garage door security


Garage Door Opener Remotes

Origin, workings, troubles and home security

It's not a convenience if your garage door opener remote doesn't work

Modern day garage door opener remotes use radio frequencies of between 400 and 500 megahertz, and utilize a rolling code technology. This means that the code is changed after every use so that it cannot be recorded and used again by an intruder to open the garage door.

This is an extremely useful security feature, especially where the garage is attached to your home, and you're not in the habit of always locking the door between the garage and your house. Rolling codes became necessary when garage door openers become popular, since it was soon obvious that fixed frequency openers would not only open your garage door, but also the neighbor's if operated set to the same frequency.

The more remote opening systems that came onto the market, the more likely this was to happen, and also the easier it was for intruders to gain access to your garage. Openers were then developed whereby the owner could set their own code using dip switches. This allowed 256 different codes, and made it less likely that you would open your neighbor's garage door along with yours.

It did not resolve the security problem, but it wasn't intended to either. It was still simple for potential intruders to arm themselves with all 256 possible codes. The new system is much more secure, with the codes changed at each use. However, if your remote works using the dip switches, then it's a good idea to change the setting every now and then so that at least you are not using the same code all the time. Make sure that the dip switches on the transmitter and receiver are in the same positions.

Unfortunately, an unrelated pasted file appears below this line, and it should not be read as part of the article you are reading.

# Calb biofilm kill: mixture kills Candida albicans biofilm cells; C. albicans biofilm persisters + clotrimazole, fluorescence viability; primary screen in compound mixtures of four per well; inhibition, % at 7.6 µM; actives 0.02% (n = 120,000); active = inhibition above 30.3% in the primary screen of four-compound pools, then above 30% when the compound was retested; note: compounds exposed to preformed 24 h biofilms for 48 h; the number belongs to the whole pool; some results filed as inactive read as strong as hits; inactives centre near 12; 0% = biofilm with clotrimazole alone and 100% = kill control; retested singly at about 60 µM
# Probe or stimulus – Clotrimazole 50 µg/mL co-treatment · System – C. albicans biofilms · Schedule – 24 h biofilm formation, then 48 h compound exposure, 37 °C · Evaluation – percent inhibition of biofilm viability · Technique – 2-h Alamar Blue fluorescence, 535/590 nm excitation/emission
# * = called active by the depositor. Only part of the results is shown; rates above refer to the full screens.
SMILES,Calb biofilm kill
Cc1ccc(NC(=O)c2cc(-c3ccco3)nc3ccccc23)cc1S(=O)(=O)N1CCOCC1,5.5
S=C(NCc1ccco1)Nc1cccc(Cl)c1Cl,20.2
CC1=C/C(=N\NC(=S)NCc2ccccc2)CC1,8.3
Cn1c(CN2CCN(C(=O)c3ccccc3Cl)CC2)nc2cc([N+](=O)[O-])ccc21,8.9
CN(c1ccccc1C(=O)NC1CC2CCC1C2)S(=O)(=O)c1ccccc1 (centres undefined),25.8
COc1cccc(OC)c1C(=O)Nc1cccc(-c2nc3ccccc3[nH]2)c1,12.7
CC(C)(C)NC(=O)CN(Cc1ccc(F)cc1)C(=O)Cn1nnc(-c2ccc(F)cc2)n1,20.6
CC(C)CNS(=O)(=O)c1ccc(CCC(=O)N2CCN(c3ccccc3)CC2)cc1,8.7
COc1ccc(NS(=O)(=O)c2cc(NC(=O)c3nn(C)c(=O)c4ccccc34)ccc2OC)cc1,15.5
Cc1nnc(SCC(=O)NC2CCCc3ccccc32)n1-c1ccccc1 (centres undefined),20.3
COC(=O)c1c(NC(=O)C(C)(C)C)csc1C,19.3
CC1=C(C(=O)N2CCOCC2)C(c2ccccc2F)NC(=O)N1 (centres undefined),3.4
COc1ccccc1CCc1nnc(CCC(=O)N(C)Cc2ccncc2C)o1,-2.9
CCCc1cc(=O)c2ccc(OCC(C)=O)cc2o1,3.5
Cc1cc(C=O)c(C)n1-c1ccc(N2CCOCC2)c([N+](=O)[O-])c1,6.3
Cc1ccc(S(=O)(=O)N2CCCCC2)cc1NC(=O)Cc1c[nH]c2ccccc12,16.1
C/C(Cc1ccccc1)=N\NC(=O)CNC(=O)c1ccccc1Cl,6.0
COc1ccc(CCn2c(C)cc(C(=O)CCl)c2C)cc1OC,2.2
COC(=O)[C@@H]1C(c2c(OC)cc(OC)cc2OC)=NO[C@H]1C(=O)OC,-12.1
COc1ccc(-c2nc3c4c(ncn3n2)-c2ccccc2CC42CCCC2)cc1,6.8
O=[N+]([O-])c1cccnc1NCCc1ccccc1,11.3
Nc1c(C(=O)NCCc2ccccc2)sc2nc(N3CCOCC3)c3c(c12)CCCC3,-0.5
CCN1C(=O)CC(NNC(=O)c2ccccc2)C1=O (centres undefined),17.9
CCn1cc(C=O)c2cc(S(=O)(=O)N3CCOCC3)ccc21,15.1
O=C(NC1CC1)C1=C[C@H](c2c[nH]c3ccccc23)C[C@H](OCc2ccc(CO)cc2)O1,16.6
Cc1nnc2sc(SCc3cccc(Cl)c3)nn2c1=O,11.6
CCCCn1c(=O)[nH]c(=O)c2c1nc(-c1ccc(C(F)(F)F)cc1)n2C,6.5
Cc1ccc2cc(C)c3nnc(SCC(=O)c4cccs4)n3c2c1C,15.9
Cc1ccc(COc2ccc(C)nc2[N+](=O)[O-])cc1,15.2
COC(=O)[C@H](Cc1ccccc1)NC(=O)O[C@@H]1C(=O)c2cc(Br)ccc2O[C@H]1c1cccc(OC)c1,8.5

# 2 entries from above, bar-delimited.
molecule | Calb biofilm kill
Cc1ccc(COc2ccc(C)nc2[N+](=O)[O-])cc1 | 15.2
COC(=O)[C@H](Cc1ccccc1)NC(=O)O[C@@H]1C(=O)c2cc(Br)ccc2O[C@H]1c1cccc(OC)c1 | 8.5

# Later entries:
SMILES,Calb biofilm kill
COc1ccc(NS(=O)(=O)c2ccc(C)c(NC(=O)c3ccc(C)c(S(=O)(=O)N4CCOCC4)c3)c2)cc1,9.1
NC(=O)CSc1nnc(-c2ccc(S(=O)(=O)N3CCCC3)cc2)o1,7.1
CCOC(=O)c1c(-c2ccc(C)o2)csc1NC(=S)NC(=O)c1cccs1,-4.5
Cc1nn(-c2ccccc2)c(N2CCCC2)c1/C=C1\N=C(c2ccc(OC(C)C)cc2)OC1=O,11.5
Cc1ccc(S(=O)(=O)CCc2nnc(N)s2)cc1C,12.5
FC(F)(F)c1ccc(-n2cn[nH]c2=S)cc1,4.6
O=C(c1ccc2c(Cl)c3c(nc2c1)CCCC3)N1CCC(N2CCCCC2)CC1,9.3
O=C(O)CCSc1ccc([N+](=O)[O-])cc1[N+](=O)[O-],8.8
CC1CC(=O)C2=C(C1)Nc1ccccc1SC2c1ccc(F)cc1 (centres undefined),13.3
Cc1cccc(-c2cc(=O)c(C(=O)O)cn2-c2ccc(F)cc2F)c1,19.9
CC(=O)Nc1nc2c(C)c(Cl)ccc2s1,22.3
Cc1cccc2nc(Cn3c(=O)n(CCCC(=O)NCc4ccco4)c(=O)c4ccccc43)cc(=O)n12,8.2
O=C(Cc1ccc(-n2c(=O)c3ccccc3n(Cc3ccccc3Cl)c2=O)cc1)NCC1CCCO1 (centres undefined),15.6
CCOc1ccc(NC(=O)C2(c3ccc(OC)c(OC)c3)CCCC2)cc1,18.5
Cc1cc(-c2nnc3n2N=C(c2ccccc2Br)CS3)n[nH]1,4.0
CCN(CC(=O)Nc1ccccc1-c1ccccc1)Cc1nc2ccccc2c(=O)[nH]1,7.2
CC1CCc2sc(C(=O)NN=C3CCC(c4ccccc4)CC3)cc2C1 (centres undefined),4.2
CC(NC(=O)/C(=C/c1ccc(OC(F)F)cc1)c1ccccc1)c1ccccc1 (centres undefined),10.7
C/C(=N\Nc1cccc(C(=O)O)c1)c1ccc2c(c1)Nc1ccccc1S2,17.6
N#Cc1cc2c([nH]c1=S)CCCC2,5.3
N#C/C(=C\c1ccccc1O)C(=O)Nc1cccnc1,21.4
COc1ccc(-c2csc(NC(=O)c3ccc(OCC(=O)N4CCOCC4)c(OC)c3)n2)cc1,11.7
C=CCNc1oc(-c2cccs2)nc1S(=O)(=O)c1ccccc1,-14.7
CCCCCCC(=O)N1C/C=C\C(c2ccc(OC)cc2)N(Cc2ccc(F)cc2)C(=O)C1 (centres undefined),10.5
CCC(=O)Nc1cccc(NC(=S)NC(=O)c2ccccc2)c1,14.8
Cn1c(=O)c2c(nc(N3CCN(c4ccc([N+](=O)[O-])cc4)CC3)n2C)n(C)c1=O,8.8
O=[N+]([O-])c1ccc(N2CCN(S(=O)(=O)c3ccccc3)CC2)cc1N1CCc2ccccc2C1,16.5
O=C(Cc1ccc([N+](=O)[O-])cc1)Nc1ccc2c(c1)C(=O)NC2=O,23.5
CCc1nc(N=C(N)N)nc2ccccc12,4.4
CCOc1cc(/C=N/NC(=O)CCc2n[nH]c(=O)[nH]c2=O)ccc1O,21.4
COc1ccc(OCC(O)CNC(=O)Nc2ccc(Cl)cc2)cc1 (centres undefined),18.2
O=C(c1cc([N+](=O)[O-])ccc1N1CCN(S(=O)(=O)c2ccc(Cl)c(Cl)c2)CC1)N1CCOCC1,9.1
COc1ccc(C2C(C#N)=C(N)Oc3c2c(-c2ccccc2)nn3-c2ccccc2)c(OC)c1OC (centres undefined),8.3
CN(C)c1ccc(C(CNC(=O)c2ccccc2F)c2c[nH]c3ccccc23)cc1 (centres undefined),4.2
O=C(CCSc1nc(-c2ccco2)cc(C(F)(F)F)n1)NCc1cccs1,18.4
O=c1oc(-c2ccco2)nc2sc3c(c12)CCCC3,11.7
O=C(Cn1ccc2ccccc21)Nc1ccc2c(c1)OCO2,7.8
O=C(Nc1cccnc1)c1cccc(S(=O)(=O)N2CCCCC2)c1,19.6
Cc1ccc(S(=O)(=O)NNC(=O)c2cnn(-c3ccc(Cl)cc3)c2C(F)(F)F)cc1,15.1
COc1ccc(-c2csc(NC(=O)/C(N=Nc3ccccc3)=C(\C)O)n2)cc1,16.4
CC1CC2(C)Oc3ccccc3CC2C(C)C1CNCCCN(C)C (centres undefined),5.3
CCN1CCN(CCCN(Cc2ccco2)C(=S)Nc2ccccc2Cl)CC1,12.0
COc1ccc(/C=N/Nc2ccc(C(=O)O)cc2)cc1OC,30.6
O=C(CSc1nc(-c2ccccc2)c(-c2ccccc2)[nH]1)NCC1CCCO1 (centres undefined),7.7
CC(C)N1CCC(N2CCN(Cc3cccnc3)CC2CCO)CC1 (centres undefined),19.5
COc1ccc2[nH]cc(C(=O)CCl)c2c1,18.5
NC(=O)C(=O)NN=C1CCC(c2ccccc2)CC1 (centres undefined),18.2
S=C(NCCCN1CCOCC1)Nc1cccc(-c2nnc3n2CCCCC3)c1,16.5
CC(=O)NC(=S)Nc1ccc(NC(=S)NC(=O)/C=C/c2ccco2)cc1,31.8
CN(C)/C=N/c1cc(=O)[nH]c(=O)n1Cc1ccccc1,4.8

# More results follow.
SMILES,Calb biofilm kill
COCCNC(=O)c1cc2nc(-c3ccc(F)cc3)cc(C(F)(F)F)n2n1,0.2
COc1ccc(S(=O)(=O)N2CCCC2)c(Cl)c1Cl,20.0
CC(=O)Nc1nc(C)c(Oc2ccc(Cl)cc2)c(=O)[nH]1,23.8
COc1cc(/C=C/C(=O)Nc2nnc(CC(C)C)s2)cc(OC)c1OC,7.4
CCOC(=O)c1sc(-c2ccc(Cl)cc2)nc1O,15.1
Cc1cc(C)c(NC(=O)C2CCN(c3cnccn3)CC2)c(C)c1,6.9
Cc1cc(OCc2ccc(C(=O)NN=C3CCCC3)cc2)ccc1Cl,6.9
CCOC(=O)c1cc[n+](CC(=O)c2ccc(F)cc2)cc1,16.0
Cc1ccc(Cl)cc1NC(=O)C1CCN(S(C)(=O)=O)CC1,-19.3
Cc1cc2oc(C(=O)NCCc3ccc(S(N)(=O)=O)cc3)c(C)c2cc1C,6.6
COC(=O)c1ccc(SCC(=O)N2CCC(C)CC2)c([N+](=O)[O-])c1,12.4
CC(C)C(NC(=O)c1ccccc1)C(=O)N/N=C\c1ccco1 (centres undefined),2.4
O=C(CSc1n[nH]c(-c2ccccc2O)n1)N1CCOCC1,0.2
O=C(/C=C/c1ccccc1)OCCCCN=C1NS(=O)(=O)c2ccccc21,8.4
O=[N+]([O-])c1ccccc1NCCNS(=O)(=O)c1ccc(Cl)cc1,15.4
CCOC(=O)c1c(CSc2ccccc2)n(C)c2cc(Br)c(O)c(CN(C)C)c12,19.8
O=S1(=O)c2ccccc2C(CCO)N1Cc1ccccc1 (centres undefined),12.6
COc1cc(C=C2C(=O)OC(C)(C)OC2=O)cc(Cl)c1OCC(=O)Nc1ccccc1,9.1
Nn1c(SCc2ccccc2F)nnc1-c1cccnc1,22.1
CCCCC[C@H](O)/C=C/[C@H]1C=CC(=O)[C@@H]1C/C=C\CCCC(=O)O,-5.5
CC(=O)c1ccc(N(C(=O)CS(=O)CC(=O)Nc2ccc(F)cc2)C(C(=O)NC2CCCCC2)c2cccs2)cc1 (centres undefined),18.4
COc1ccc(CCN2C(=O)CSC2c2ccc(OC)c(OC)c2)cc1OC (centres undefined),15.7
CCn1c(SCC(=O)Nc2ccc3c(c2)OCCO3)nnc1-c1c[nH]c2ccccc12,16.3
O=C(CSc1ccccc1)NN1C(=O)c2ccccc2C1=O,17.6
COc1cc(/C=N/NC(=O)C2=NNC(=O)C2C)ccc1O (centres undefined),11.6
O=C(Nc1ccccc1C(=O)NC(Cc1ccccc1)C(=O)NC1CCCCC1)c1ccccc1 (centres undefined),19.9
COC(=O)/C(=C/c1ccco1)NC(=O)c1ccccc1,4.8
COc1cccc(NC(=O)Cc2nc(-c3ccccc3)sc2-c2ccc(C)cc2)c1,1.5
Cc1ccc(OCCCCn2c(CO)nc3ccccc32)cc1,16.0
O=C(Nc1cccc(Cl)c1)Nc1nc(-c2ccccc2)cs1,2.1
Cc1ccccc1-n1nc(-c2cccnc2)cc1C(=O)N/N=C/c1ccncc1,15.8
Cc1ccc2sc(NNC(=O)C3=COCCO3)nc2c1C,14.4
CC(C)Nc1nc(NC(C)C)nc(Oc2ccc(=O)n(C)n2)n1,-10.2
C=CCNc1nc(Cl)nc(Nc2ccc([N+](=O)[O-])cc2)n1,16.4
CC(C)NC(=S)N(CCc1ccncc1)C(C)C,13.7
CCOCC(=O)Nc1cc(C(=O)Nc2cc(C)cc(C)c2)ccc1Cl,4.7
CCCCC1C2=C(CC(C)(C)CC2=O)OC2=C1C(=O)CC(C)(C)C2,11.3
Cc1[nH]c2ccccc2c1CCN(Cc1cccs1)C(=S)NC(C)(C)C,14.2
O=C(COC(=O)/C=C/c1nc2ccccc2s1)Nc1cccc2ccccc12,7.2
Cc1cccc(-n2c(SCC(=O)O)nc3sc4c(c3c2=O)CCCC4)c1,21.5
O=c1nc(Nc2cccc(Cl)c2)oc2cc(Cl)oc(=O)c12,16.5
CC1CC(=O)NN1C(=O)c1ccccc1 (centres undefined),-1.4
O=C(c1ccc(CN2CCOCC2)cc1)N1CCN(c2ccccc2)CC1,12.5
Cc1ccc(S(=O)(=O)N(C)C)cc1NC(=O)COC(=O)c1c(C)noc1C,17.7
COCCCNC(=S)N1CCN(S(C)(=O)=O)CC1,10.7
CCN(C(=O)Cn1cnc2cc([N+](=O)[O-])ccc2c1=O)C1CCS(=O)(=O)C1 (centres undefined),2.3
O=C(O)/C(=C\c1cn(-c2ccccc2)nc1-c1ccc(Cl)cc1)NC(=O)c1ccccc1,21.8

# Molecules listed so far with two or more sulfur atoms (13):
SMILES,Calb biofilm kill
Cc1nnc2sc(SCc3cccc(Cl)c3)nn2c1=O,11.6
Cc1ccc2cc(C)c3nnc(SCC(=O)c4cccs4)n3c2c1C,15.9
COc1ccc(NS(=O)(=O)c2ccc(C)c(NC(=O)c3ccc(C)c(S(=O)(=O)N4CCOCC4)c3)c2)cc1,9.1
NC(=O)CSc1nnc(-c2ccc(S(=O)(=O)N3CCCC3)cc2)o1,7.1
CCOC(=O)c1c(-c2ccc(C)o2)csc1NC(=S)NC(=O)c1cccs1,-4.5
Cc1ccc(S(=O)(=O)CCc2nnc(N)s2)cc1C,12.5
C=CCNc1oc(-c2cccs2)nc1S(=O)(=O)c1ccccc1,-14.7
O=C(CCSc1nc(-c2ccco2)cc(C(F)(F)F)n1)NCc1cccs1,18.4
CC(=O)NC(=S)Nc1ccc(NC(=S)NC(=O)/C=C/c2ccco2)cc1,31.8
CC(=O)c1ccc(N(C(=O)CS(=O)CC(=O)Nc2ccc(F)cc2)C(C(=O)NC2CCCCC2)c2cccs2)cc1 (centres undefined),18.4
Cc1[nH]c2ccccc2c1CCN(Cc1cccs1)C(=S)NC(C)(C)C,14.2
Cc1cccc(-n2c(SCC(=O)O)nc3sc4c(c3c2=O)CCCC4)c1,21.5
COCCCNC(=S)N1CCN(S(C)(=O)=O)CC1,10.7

If your opener fails to operate, you can check the remote by trying the wall switch. If that works then your remote is likely faulty. If the wall switch fails to open the door then the problem lies elsewhere. If your remote is faulty, you should first make sure that the dip switches are set correctly. Obviously, the batteries would be the next thing to check - it could be a simple matter of the battery having run low, and either needs recharged or replaced. Also check the receiver antenna. Is it in the right place, or has it been damaged in any way?

If everything seems in order there is little that can be done to repair a remote: you should purchase a new one, quoting the serial number of the one you have when doing so to make sure the settings are correct. If the new remote also fails to work, then the receiver is likely at fault. Either replace the receiver circuit board or install a generic receiver/remote kit. This replaces your existing receiver by attaching the generic wires to those of the wall switch, so that the opener believes that the wall switch has been activated.

A security feature that you should have is a remote lock-out system that disengages the receiver when you go on vacation so that nobody can get access to your garage. A car left in the driveway can easily be broken into and the remote stolen. Your thief now has instant access to you garage, and possibly your entire home. Be sure to use this feature when on vacation, or remove the remote from the car. This lockout feature can also be the cause of a remote failing to open the door, so think about that when trouble shooting.

Most people consider the convenience of remote control to be worth the risk involved, and the occasional failure - especially on those rainy days.